Survey: Inflation changing how consumers shop

rising price concept
Inflation is hitting home for consumers.

Virtually all U.S. households are taking steps to combat the effects of inflation.

According to the new “Realities & Routines” study measuring inflation and post-pandemic routines from Numerator, 95% of surveyed U.S. consumers report that inflation has impacted their finances. The impact of inflation is four times greater for the 32% of respondents from households that are identified as “struggling” with extremely tight finances and heavy inflation impact.

In addition, 95% of respondents say they are taking steps to combat rising prices. Popular responses to price inflation include stocking up on sale items (51%) and searching for coupons and promotions (50%).

The top inflation reaction for respondents from struggling households is to cut back on non-essential spending (66%). Dining out (59%) tops the list of planned cutbacks for all surveyed consumers, followed by non-essential food (57%), apparel (54%), recreational activities (48%), and travel (42%). 

A look ahead
Four in 10 respondents expect inflation’s impact to worsen over the next few months. Among respondents from struggling households, this figure jumps to over nearly seven in 10 (69%) consumers. 

The top concerns for the future include world events (22%), the ability to make ends meet (20%), and family issues (15%). Respondents from struggling households are first and foremost worried about making ends meet, with levels of that concern 7.5 times higher than among respondents from other households. 

Interestingly, despite these high levels of pessimism, when looking into the future 55% of all respondents report a somewhat or very positive outlook.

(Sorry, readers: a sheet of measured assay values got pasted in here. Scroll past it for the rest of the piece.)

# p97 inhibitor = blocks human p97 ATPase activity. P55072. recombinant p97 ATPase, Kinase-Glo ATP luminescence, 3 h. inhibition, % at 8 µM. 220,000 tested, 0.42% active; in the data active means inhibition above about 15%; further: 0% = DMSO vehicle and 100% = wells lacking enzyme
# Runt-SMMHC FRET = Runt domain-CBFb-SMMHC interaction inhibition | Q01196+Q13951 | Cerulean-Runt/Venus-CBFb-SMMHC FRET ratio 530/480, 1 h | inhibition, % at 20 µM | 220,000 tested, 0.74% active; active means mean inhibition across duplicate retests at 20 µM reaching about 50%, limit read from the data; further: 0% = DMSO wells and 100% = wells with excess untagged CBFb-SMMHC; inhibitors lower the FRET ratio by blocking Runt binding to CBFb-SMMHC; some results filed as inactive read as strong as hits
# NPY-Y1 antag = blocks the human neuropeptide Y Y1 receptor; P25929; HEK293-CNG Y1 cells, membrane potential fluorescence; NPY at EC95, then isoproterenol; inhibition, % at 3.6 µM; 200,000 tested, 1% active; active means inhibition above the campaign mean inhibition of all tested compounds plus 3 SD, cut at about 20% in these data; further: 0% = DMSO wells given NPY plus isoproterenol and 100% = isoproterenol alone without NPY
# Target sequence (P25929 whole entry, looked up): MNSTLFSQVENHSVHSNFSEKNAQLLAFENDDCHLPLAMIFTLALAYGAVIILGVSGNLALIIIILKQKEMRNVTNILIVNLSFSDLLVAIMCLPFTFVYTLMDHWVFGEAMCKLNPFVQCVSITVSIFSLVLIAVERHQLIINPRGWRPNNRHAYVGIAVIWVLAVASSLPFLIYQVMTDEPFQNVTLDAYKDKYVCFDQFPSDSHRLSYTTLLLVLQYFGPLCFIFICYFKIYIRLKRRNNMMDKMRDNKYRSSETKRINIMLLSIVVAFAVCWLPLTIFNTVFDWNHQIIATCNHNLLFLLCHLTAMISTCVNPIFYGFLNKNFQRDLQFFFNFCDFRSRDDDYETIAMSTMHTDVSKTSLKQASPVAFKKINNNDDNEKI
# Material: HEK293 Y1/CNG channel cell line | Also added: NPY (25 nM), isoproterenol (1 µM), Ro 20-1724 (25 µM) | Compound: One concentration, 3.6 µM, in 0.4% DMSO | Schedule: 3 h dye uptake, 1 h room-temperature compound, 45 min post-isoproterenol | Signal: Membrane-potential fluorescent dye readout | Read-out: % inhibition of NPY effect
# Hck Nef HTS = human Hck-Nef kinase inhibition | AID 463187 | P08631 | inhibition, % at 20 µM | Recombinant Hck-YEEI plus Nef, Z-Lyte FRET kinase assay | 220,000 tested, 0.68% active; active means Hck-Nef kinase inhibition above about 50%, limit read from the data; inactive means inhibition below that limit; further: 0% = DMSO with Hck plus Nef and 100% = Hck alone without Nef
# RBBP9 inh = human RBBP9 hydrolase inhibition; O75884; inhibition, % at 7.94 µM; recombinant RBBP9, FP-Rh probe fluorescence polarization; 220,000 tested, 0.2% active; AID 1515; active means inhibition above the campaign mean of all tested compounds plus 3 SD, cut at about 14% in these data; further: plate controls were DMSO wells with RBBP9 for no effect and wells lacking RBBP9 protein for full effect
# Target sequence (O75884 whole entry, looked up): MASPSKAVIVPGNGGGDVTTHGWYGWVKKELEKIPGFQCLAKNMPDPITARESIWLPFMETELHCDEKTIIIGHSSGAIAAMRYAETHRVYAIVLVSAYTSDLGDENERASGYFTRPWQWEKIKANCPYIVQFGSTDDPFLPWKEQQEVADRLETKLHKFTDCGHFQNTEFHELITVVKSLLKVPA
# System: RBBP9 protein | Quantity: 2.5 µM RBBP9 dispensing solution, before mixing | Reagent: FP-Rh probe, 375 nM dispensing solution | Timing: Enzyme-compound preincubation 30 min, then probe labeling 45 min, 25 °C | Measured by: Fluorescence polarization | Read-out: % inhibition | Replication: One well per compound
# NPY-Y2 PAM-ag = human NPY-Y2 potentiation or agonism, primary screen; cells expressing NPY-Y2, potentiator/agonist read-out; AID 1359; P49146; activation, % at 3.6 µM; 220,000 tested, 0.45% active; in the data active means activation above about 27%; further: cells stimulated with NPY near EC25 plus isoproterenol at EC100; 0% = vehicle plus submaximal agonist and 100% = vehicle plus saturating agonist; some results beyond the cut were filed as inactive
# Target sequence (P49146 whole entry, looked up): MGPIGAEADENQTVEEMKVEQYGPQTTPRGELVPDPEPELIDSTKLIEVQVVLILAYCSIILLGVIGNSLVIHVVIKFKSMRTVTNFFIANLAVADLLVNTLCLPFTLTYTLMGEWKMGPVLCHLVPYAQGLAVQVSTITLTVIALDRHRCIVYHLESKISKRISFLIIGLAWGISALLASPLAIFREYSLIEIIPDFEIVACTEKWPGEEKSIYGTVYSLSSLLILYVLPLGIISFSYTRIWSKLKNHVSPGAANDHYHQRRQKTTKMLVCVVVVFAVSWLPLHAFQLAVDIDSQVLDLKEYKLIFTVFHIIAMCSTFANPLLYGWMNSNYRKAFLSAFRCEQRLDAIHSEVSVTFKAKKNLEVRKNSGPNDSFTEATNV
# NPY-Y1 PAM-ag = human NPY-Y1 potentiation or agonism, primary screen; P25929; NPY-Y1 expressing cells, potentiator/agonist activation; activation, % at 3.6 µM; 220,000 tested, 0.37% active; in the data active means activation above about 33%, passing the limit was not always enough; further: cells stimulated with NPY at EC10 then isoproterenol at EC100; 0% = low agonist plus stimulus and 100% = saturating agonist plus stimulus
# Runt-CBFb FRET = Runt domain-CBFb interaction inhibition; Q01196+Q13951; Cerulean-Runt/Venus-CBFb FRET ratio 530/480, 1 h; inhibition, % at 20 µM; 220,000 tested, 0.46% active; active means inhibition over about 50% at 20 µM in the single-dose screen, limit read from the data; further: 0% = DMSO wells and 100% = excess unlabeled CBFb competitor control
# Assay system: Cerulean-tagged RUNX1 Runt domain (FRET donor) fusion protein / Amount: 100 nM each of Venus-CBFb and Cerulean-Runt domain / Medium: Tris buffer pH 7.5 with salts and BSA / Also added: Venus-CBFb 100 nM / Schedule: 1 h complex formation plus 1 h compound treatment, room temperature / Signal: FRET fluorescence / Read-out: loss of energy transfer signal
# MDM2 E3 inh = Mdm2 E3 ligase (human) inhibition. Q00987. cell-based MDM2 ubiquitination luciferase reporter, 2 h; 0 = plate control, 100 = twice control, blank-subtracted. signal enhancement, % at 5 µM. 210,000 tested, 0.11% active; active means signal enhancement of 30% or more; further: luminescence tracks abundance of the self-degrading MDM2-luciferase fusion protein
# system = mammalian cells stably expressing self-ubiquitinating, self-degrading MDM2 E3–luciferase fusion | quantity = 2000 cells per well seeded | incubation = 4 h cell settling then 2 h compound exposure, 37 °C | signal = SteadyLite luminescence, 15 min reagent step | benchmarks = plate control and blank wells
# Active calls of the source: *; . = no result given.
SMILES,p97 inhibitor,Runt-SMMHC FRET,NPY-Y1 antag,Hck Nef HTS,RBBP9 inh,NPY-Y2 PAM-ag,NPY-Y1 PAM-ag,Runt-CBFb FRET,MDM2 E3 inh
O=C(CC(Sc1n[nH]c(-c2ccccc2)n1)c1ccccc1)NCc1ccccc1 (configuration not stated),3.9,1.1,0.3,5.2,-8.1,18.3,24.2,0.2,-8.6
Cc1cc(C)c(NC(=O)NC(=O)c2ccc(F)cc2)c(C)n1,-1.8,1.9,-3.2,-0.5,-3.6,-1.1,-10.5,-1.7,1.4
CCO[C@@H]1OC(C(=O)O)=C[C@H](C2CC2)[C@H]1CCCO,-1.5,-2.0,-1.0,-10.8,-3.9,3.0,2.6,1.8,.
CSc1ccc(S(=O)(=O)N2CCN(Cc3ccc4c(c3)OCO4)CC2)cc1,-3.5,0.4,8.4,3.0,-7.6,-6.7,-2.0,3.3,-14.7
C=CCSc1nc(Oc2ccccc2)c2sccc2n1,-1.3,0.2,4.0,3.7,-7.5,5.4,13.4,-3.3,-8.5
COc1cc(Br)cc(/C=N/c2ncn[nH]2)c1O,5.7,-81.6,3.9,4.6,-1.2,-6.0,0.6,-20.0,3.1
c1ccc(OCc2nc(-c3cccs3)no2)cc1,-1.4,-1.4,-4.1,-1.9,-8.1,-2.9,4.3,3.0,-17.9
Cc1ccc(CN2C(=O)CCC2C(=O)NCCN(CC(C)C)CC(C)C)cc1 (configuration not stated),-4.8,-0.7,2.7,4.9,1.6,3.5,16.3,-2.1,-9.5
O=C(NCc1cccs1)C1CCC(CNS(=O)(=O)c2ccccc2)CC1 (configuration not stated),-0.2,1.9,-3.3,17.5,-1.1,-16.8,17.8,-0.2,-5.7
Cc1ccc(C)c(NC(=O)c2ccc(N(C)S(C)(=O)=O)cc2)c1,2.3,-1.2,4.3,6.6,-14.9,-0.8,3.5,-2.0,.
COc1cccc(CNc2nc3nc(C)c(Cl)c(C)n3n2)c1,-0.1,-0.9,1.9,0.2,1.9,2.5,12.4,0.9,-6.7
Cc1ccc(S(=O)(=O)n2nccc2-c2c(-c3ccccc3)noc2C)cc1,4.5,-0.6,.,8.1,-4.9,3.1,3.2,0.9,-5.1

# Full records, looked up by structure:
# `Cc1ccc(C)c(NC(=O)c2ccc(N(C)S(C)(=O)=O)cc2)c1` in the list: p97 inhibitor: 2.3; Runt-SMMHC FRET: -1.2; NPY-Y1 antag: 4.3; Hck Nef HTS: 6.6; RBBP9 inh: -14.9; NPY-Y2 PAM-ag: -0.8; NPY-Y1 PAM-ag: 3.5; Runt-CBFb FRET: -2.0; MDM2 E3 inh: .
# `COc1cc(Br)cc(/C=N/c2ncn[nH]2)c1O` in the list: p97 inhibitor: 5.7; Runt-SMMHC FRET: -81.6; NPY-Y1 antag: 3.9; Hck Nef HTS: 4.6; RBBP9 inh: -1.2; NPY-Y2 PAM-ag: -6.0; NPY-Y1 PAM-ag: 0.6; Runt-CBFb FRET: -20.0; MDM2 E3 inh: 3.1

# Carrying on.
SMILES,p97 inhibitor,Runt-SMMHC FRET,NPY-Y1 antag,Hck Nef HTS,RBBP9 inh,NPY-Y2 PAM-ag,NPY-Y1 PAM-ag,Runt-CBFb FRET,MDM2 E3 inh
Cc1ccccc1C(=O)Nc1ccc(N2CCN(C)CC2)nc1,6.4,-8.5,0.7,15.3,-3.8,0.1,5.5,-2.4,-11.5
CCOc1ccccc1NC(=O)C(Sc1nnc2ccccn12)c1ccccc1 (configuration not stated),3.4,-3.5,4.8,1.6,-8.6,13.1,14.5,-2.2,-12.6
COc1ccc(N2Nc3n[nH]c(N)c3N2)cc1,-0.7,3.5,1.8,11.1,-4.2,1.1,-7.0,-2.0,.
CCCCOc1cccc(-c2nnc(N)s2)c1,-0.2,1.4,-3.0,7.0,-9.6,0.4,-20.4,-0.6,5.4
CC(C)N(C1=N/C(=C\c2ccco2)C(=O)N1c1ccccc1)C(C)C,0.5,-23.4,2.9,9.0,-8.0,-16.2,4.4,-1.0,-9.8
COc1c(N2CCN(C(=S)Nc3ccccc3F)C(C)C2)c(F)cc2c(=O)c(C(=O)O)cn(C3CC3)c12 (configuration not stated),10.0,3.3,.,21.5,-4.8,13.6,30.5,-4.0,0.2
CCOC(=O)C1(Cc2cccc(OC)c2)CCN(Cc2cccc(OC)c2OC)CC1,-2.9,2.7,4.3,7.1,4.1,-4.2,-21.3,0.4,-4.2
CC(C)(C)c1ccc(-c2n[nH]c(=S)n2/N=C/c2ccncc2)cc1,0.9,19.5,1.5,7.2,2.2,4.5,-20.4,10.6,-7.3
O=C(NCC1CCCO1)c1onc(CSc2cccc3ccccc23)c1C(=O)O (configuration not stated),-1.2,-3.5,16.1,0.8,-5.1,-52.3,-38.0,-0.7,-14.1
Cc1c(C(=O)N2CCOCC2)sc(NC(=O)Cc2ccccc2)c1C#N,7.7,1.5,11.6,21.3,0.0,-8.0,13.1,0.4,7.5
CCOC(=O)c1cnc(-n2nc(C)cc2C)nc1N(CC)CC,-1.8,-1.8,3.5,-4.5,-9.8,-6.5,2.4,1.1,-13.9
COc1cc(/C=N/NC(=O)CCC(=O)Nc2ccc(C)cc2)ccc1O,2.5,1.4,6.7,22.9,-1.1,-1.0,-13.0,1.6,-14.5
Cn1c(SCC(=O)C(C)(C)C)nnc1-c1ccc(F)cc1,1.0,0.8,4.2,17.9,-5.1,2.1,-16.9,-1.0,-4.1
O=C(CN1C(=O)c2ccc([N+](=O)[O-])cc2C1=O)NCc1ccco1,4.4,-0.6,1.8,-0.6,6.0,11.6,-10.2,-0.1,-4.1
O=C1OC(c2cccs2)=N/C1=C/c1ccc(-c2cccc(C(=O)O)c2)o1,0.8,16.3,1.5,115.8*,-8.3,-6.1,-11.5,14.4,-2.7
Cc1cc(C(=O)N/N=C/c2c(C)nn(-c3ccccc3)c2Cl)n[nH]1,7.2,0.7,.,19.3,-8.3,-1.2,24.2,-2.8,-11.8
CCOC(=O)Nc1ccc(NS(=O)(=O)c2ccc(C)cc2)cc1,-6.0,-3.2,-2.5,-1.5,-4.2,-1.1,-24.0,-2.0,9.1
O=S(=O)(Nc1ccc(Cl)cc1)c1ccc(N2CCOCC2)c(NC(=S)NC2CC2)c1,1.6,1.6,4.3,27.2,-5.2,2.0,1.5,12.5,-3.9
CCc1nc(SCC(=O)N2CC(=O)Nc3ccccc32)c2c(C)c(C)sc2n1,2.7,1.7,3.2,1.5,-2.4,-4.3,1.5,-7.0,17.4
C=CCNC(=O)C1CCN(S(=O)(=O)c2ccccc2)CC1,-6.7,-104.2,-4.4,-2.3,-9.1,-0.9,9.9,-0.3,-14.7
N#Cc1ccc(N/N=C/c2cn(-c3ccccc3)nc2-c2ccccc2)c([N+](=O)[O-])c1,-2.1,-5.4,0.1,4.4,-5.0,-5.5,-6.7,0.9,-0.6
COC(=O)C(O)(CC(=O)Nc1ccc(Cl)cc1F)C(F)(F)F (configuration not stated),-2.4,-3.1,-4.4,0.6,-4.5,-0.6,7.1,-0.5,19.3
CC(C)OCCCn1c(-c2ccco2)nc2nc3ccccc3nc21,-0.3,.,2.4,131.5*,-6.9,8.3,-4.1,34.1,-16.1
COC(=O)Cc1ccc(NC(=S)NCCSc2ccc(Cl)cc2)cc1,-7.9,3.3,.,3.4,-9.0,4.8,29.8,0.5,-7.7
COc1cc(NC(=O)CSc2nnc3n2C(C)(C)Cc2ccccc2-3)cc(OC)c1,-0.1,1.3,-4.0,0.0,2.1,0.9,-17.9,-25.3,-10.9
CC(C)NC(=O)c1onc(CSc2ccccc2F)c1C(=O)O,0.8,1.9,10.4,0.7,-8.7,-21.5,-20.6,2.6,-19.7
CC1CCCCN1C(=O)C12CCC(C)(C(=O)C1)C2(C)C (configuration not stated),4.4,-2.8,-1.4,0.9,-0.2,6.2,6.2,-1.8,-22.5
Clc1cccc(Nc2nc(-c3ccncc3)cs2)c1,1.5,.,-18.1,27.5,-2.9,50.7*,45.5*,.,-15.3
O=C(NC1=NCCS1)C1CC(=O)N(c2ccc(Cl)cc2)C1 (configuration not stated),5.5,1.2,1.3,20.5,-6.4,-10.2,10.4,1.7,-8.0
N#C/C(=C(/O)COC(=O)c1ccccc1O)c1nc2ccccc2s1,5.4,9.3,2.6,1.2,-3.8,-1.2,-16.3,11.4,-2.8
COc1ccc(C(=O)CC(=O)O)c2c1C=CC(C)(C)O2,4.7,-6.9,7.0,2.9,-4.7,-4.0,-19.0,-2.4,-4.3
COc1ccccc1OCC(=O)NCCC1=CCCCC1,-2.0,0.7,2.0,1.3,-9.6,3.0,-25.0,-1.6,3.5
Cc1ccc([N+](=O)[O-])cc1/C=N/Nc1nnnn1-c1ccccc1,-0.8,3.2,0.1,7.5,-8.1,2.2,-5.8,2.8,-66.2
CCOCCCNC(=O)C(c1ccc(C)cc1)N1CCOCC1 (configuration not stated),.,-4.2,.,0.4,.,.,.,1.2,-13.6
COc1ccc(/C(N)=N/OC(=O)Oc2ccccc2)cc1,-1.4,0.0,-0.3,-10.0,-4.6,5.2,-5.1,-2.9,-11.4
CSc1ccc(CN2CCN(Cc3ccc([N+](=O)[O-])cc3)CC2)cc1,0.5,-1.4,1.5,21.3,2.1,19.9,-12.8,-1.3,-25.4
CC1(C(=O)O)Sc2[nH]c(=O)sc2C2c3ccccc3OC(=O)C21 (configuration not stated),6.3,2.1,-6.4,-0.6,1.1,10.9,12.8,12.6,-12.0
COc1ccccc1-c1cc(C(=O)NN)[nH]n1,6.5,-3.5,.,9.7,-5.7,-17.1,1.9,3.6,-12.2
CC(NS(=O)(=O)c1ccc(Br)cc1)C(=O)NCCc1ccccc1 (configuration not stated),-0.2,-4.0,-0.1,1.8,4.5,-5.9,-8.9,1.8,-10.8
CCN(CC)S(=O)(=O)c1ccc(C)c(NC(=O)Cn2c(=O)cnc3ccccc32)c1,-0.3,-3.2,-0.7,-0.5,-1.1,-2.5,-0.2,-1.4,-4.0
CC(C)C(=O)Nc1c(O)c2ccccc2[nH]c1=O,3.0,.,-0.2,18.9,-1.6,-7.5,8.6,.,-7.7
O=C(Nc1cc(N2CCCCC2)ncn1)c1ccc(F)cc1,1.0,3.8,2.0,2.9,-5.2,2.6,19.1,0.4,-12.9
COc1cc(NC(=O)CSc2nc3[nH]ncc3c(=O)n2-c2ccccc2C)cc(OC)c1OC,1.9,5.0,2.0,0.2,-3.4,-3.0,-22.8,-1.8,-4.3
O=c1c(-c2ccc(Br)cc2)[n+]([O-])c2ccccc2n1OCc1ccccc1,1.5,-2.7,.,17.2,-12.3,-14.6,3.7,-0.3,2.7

Consumers show unease with economy
According to other recently released monthly inflation insights from Numerator, in May 2022, just over one in three surveyed Gen Z consumers (35.5%) reported their financial situation as “good” or “very good” – trailing Millennials and Gen X by 14 percentage points and Boomers and older generations by 17 points.

Nearly one in four (24%) surveyed urban consumers said they did not have extra cash in early June, an increase of two percentage points since early May. In the same timeframe, the percentage of surveyed urban consumers who said they would put extra funds into savings dropped by two percentage points to 32.5% from 34.5%.

In addition, that survey showed more than one-quarter of surveyed Asian consumers (25.8%) say they do not have spare cash, and this number grew throughout May among both Hispanic/Latino (24.9%) and Black consumer survey respondents (23.9%). The percentage of surveyed white/Caucasian consumers saying the same has remained flat throughout the past six months (22.1%). Black consumers are significantly more likely than other ethnicities to say they would put extra funds in savings (40.4%) or pay down debts (37.5%).

Surveyed consumers rating their financial situation as “good” or “very good” leveled off at 48.8% – down from 52.3% in early April. Those rating their finances as “poor” or “very poor” rose from 11.6% to 14.9% in the same timeframe.

The Numerator Realities & Routines study is based on a custom Numerator survey and segmentation analysis of over 10,000 consumers.

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